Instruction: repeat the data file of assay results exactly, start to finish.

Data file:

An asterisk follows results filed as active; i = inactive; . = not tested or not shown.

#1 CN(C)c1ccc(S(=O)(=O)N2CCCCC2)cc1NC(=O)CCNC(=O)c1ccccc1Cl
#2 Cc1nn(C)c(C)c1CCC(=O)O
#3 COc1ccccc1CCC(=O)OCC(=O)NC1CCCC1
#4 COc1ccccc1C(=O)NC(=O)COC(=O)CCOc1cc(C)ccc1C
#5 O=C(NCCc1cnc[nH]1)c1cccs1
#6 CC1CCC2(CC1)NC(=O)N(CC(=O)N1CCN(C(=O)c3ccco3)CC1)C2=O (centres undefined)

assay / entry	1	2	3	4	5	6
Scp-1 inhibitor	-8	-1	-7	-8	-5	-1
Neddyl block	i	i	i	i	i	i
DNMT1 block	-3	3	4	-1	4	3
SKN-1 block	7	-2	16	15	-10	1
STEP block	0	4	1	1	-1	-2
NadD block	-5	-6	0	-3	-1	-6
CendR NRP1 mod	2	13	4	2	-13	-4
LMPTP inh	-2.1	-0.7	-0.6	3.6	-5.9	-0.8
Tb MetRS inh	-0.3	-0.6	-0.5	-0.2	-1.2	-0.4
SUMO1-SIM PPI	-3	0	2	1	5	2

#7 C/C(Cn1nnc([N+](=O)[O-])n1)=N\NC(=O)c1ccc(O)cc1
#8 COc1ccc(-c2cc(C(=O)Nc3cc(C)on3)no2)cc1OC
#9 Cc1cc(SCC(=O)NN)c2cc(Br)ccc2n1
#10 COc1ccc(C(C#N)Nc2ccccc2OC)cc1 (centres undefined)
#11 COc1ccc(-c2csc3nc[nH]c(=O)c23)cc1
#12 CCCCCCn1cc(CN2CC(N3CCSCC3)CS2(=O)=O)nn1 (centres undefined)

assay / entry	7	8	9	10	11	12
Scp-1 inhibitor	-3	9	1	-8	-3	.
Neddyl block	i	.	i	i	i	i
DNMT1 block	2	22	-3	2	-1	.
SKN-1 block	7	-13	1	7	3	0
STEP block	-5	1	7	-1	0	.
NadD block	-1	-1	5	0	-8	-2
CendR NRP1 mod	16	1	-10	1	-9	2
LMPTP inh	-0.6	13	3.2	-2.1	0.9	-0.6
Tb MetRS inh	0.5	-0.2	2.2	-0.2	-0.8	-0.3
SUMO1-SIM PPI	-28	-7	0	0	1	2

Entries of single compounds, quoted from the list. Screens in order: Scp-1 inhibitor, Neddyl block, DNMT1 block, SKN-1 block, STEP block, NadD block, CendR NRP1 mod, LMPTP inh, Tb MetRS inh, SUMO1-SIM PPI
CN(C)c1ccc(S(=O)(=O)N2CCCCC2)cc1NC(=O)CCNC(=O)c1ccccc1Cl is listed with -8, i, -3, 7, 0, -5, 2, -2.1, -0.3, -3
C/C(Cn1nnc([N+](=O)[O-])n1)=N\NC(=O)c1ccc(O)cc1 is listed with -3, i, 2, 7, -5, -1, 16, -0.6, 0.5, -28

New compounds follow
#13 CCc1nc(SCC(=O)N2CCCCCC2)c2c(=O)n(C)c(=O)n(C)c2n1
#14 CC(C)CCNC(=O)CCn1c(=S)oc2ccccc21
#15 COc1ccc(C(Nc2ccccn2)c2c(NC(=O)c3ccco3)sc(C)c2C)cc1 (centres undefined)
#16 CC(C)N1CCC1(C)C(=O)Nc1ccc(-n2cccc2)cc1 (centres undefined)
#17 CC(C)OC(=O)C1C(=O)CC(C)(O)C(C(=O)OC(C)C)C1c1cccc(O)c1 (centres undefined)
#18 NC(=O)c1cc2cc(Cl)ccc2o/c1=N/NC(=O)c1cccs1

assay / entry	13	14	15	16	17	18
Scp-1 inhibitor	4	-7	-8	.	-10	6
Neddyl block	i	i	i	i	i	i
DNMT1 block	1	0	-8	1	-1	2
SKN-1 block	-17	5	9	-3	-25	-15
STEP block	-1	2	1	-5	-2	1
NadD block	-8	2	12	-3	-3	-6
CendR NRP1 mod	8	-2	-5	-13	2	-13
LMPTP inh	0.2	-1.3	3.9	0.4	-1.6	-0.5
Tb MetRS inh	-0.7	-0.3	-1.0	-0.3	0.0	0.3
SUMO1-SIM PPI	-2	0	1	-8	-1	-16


An asterisk follows results filed as active; i = inactive; . = not tested or not shown.

#1 CN(C)c1ccc(S(=O)(=O)N2CCCCC2)cc1NC(=O)CCNC(=O)c1ccccc1Cl
#2 Cc1nn(C)c(C)c1CCC(=O)O
#3 COc1ccccc1CCC(=O)OCC(=O)NC1CCCC1
#4 COc1ccccc1C(=O)NC(=O)COC(=O)CCOc1cc(C)ccc1C
#5 O=C(NCCc1cnc[nH]1)c1cccs1
#6 CC1CCC2(CC1)NC(=O)N(CC(=O)N1CCN(C(=O)c3ccco3)CC1)C2=O (centres undefined)

assay / entry	1	2	3	4	5	6
Scp-1 inhibitor	-8	-1	-7	-8	-5	-1
Neddyl block	i	i	i	i	i	i
DNMT1 block	-3	3	4	-1	4	3
SKN-1 block	7	-2	16	15	-10	1
STEP block	0	4	1	1	-1	-2
NadD block	-5	-6	0	-3	-1	-6
CendR NRP1 mod	2	13	4	2	-13	-4
LMPTP inh	-2.1	-0.7	-0.6	3.6	-5.9	-0.8
Tb MetRS inh	-0.3	-0.6	-0.5	-0.2	-1.2	-0.4
SUMO1-SIM PPI	-3	0	2	1	5	2

#7 C/C(Cn1nnc([N+](=O)[O-])n1)=N\NC(=O)c1ccc(O)cc1
#8 COc1ccc(-c2cc(C(=O)Nc3cc(C)on3)no2)cc1OC
#9 Cc1cc(SCC(=O)NN)c2cc(Br)ccc2n1
#10 COc1ccc(C(C#N)Nc2ccccc2OC)cc1 (centres undefined)
#11 COc1ccc(-c2csc3nc[nH]c(=O)c23)cc1
#12 CCCCCCn1cc(CN2CC(N3CCSCC3)CS2(=O)=O)nn1 (centres undefined)

assay / entry	7	8	9	10	11	12
Scp-1 inhibitor	-3	9	1	-8	-3	.
Neddyl block	i	.	i	i	i	i
DNMT1 block	2	22	-3	2	-1	.
SKN-1 block	7	-13	1	7	3	0
STEP block	-5	1	7	-1	0	.
NadD block	-1	-1	5	0	-8	-2
CendR NRP1 mod	16	1	-10	1	-9	2
LMPTP inh	-0.6	13	3.2	-2.1	0.9	-0.6
Tb MetRS inh	0.5	-0.2	2.2	-0.2	-0.8	-0.3
SUMO1-SIM PPI	-28	-7	0	0	1	2

Entries of single compounds, quoted from the list. Screens in order: Scp-1 inhibitor, Neddyl block, DNMT1 block, SKN-1 block, STEP block, NadD block, CendR NRP1 mod, LMPTP inh, Tb MetRS inh, SUMO1-SIM PPI
CN(C)c1ccc(S(=O)(=O)N2CCCCC2)cc1NC(=O)CCNC(=O)c1ccccc1Cl is listed with -8, i, -3, 7, 0, -5, 2, -2.1, -0.3, -3
C/C(Cn1nnc([N+](=O)[O-])n1)=N\NC(=O)c1ccc(O)cc1 is listed with -3, i, 2, 7, -5, -1, 16, -0.6, 0.5, -28

New compounds follow
#13 CCc1nc(SCC(=O)N2CCCCCC2)c2c(=O)n(C)c(=O)n(C)c2n1
#14 CC(C)CCNC(=O)CCn1c(=S)oc2ccccc21
#15 COc1ccc(C(Nc2ccccn2)c2c(NC(=O)c3ccco3)sc(C)c2C)cc1 (centres undefined)
#16 CC(C)N1CCC1(C)C(=O)Nc1ccc(-n2cccc2)cc1 (centres undefined)
#17 CC(C)OC(=O)C1C(=O)CC(C)(O)C(C(=O)OC(C)C)C1c1cccc(O)c1 (centres undefined)
#18 NC(=O)c1cc2cc(Cl)ccc2o/c1=N/NC(=O)c1cccs1

assay / entry	13	14	15	16	17	18
Scp-1 inhibitor	4	-7	-8	.	-10	6
Neddyl block	i	i	i	i	i	i
DNMT1 block	1	0	-8	1	-1	2
SKN-1 block	-17	5	9	-3	-25	-15
STEP block	-1	2	1	-5	-2	1
NadD block	-8	2	12	-3	-3	-6
CendR NRP1 mod	8	-2	-5	-13	2	-13
LMPTP inh	0.2	-1.3	3.9	0.4	-1.6	-0.5
Tb MetRS inh	-0.7	-0.3	-1.0	-0.3	0.0	0.3
SUMO1-SIM PPI	-2	0	1	-8	-1	-16